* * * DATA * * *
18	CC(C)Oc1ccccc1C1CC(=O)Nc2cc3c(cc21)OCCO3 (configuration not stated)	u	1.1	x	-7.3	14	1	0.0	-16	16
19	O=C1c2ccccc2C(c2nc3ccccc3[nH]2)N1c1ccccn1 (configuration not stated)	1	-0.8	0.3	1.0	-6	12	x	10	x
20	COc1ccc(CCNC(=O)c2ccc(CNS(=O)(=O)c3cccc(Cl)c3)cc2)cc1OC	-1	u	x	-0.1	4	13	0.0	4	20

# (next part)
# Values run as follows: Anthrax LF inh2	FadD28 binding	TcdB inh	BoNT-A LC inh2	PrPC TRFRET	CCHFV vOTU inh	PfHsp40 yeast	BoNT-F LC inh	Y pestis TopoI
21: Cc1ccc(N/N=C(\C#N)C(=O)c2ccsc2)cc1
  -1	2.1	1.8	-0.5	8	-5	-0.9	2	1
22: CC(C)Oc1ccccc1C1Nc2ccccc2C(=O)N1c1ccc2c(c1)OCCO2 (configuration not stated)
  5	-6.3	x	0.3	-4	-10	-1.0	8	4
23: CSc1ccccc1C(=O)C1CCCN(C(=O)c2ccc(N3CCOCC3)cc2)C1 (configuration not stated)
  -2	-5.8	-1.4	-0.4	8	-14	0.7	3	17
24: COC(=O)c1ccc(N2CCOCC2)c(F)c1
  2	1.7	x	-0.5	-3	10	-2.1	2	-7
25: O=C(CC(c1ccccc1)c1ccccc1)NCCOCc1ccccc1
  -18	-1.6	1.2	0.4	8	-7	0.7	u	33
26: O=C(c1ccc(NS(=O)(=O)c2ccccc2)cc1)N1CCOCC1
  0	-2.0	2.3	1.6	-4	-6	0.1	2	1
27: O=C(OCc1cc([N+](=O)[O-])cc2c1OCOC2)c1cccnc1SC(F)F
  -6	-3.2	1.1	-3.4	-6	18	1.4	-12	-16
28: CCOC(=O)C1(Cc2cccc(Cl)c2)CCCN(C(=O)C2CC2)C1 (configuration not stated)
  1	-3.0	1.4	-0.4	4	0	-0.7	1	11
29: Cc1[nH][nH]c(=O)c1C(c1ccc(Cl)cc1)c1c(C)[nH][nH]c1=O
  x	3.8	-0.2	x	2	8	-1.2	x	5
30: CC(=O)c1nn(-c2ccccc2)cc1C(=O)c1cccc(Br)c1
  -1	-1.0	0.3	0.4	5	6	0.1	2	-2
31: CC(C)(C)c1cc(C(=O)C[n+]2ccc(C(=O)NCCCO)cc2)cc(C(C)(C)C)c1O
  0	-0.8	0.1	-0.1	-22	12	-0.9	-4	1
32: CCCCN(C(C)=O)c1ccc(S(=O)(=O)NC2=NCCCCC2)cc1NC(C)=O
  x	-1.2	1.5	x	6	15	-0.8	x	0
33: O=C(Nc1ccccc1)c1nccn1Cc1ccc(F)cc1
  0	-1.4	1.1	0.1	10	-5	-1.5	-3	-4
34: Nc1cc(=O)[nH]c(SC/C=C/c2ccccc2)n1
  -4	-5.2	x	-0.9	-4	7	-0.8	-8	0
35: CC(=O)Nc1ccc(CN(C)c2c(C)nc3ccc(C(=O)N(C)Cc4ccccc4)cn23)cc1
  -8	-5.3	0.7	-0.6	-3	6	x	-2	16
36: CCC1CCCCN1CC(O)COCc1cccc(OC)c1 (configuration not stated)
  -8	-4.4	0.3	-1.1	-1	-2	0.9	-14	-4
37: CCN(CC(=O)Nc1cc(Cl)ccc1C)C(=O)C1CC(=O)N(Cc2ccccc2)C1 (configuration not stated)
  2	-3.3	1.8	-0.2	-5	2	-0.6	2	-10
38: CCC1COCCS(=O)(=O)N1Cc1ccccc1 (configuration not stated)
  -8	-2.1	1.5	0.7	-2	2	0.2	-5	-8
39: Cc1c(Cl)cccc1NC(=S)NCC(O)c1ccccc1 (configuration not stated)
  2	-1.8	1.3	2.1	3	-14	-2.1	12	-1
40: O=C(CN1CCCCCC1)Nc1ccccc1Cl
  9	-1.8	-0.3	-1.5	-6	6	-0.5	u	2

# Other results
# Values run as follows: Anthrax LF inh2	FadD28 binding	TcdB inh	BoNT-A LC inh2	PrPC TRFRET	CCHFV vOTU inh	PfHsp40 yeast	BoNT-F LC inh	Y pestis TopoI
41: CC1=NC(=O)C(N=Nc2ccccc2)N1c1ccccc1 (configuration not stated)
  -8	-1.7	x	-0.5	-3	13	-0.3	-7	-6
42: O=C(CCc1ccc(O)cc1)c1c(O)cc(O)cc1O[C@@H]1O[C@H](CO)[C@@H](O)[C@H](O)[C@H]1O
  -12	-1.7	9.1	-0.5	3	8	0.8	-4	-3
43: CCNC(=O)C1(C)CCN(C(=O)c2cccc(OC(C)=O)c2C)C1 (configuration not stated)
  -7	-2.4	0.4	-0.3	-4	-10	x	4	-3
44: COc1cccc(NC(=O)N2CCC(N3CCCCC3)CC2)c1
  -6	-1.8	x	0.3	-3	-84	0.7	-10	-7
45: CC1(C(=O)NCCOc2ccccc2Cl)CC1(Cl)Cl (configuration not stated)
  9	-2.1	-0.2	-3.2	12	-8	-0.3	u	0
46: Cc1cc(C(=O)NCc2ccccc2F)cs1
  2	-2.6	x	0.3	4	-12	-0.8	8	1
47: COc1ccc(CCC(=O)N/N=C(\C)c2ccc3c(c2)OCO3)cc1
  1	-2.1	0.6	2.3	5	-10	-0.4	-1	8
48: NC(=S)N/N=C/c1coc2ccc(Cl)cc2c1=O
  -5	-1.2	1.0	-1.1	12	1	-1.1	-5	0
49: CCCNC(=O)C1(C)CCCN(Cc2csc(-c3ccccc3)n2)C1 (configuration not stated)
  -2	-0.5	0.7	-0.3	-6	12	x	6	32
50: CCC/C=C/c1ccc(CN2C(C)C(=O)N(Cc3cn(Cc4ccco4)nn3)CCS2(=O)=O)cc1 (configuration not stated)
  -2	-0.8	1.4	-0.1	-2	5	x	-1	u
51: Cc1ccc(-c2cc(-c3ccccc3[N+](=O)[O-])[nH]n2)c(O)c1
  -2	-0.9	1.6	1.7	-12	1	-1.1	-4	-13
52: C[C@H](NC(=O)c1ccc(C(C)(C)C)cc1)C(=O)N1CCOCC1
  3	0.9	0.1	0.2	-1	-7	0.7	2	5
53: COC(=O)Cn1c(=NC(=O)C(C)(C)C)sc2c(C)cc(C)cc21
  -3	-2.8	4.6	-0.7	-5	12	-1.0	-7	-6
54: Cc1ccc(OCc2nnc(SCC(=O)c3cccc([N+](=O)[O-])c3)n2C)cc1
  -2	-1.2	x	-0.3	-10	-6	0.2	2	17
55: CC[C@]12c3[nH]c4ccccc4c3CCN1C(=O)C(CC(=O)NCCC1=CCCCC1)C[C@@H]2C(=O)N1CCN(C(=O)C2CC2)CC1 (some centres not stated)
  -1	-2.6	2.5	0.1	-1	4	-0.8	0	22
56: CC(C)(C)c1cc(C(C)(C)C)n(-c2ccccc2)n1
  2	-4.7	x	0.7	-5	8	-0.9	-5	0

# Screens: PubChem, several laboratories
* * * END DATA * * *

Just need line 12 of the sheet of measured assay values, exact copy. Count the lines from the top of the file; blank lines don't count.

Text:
24: COC(=O)c1ccc(N2CCOCC2)c(F)c1